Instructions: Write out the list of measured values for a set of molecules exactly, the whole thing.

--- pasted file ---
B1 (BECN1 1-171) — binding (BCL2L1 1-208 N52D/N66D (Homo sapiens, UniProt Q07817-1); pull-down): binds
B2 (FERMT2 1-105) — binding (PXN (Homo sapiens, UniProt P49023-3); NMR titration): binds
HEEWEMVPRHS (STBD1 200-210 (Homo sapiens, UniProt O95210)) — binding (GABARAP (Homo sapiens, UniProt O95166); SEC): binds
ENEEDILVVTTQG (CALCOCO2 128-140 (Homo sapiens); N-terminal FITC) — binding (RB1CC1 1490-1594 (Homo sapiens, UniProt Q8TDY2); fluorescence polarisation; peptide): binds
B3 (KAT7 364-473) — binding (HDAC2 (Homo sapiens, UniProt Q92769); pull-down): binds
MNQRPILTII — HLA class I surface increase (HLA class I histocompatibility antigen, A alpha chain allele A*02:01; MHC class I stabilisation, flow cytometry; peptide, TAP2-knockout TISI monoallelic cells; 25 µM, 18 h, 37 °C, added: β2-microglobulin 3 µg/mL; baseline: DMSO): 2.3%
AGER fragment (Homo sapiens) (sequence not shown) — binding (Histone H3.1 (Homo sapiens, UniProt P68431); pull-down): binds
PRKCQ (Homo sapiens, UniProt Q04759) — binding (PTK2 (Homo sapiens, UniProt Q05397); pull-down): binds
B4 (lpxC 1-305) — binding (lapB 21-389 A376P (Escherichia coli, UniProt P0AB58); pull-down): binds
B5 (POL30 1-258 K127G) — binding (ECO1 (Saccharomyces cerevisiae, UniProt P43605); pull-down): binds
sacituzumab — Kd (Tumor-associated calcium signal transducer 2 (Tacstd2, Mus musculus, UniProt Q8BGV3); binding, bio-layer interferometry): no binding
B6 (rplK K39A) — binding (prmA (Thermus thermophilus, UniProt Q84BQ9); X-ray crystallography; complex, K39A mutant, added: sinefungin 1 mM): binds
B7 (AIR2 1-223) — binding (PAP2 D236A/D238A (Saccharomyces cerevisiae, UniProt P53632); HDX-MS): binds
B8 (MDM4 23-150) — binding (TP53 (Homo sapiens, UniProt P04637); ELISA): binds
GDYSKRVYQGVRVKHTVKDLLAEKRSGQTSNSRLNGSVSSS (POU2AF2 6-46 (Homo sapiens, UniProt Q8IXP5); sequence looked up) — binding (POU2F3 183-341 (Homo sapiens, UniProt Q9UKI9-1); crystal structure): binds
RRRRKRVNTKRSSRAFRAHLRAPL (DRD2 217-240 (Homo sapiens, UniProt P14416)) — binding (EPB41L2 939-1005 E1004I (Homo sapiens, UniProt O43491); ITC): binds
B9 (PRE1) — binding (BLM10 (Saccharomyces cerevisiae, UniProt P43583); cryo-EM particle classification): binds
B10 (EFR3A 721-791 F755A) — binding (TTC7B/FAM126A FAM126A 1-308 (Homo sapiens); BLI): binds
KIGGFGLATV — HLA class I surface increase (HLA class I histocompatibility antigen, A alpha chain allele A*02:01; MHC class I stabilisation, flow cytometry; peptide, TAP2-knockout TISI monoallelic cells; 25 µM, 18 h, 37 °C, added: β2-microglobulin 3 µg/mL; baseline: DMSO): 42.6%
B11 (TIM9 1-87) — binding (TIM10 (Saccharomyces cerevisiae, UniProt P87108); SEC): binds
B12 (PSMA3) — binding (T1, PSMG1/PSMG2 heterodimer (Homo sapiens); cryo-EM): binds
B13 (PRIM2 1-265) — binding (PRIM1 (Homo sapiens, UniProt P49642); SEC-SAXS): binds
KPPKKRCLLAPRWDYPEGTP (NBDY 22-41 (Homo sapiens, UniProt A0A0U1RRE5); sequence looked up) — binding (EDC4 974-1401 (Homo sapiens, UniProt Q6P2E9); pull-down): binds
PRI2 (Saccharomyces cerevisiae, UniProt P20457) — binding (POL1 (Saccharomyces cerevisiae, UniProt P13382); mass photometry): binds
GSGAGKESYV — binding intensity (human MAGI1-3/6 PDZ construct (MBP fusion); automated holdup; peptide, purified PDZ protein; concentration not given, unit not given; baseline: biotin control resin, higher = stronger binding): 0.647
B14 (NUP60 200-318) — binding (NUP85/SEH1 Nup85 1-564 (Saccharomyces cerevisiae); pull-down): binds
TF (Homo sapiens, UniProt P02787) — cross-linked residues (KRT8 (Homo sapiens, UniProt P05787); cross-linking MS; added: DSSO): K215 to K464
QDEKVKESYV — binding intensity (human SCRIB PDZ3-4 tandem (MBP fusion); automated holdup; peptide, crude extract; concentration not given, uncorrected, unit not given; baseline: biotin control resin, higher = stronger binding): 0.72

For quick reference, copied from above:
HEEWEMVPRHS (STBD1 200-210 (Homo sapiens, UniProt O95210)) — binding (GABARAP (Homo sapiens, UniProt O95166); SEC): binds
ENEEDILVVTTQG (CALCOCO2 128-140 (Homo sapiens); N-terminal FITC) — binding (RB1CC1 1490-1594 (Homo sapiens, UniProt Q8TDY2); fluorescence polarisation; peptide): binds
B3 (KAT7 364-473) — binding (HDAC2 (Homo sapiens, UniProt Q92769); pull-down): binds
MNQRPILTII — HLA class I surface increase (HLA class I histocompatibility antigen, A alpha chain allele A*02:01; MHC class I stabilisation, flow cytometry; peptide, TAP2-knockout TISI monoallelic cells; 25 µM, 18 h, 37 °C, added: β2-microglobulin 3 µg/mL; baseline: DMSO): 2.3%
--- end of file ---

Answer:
B1 (BECN1 1-171) — binding (BCL2L1 1-208 N52D/N66D (Homo sapiens, UniProt Q07817-1); pull-down): binds
B2 (FERMT2 1-105) — binding (PXN (Homo sapiens, UniProt P49023-3); NMR titration): binds
HEEWEMVPRHS (STBD1 200-210 (Homo sapiens, UniProt O95210)) — binding (GABARAP (Homo sapiens, UniProt O95166); SEC): binds
ENEEDILVVTTQG (CALCOCO2 128-140 (Homo sapiens); N-terminal FITC) — binding (RB1CC1 1490-1594 (Homo sapiens, UniProt Q8TDY2); fluorescence polarisation; peptide): binds
B3 (KAT7 364-473) — binding (HDAC2 (Homo sapiens, UniProt Q92769); pull-down): binds
MNQRPILTII — HLA class I surface increase (HLA class I histocompatibility antigen, A alpha chain allele A*02:01; MHC class I stabilisation, flow cytometry; peptide, TAP2-knockout TISI monoallelic cells; 25 µM, 18 h, 37 °C, added: β2-microglobulin 3 µg/mL; baseline: DMSO): 2.3%
AGER fragment (Homo sapiens) (sequence not shown) — binding (Histone H3.1 (Homo sapiens, UniProt P68431); pull-down): binds
PRKCQ (Homo sapiens, UniProt Q04759) — binding (PTK2 (Homo sapiens, UniProt Q05397); pull-down): binds
B4 (lpxC 1-305) — binding (lapB 21-389 A376P (Escherichia coli, UniProt P0AB58); pull-down): binds
B5 (POL30 1-258 K127G) — binding (ECO1 (Saccharomyces cerevisiae, UniProt P43605); pull-down): binds
sacituzumab — Kd (Tumor-associated calcium signal transducer 2 (Tacstd2, Mus musculus, UniProt Q8BGV3); binding, bio-layer interferometry): no binding
B6 (rplK K39A) — binding (prmA (Thermus thermophilus, UniProt Q84BQ9); X-ray crystallography; complex, K39A mutant, added: sinefungin 1 mM): binds
B7 (AIR2 1-223) — binding (PAP2 D236A/D238A (Saccharomyces cerevisiae, UniProt P53632); HDX-MS): binds
B8 (MDM4 23-150) — binding (TP53 (Homo sapiens, UniProt P04637); ELISA): binds
GDYSKRVYQGVRVKHTVKDLLAEKRSGQTSNSRLNGSVSSS (POU2AF2 6-46 (Homo sapiens, UniProt Q8IXP5); sequence looked up) — binding (POU2F3 183-341 (Homo sapiens, UniProt Q9UKI9-1); crystal structure): binds
RRRRKRVNTKRSSRAFRAHLRAPL (DRD2 217-240 (Homo sapiens, UniProt P14416)) — binding (EPB41L2 939-1005 E1004I (Homo sapiens, UniProt O43491); ITC): binds
B9 (PRE1) — binding (BLM10 (Saccharomyces cerevisiae, UniProt P43583); cryo-EM particle classification): binds
B10 (EFR3A 721-791 F755A) — binding (TTC7B/FAM126A FAM126A 1-308 (Homo sapiens); BLI): binds
KIGGFGLATV — HLA class I surface increase (HLA class I histocompatibility antigen, A alpha chain allele A*02:01; MHC class I stabilisation, flow cytometry; peptide, TAP2-knockout TISI monoallelic cells; 25 µM, 18 h, 37 °C, added: β2-microglobulin 3 µg/mL; baseline: DMSO): 42.6%
B11 (TIM9 1-87) — binding (TIM10 (Saccharomyces cerevisiae, UniProt P87108); SEC): binds
B12 (PSMA3) — binding (T1, PSMG1/PSMG2 heterodimer (Homo sapiens); cryo-EM): binds
B13 (PRIM2 1-265) — binding (PRIM1 (Homo sapiens, UniProt P49642); SEC-SAXS): binds
KPPKKRCLLAPRWDYPEGTP (NBDY 22-41 (Homo sapiens, UniProt A0A0U1RRE5); sequence looked up) — binding (EDC4 974-1401 (Homo sapiens, UniProt Q6P2E9); pull-down): binds
PRI2 (Saccharomyces cerevisiae, UniProt P20457) — binding (POL1 (Saccharomyces cerevisiae, UniProt P13382); mass photometry): binds
GSGAGKESYV — binding intensity (human MAGI1-3/6 PDZ construct (MBP fusion); automated holdup; peptide, purified PDZ protein; concentration not given, unit not given; baseline: biotin control resin, higher = stronger binding): 0.647
B14 (NUP60 200-318) — binding (NUP85/SEH1 Nup85 1-564 (Saccharomyces cerevisiae); pull-down): binds
TF (Homo sapiens, UniProt P02787) — cross-linked residues (KRT8 (Homo sapiens, UniProt P05787); cross-linking MS; added: DSSO): K215 to K464
QDEKVKESYV — binding intensity (human SCRIB PDZ3-4 tandem (MBP fusion); automated holdup; peptide, crude extract; concentration not given, uncorrected, unit not given; baseline: biotin control resin, higher = stronger binding): 0.72

For quick reference, copied from above:
HEEWEMVPRHS (STBD1 200-210 (Homo sapiens, UniProt O95210)) — binding (GABARAP (Homo sapiens, UniProt O95166); SEC): binds
ENEEDILVVTTQG (CALCOCO2 128-140 (Homo sapiens); N-terminal FITC) — binding (RB1CC1 1490-1594 (Homo sapiens, UniProt Q8TDY2); fluorescence polarisation; peptide): binds
B3 (KAT7 364-473) — binding (HDAC2 (Homo sapiens, UniProt Q92769); pull-down): binds
MNQRPILTII — HLA class I surface increase (HLA class I histocompatibility antigen, A alpha chain allele A*02:01; MHC class I stabilisation, flow cytometry; peptide, TAP2-knockout TISI monoallelic cells; 25 µM, 18 h, 37 °C, added: β2-microglobulin 3 µg/mL; baseline: DMSO): 2.3%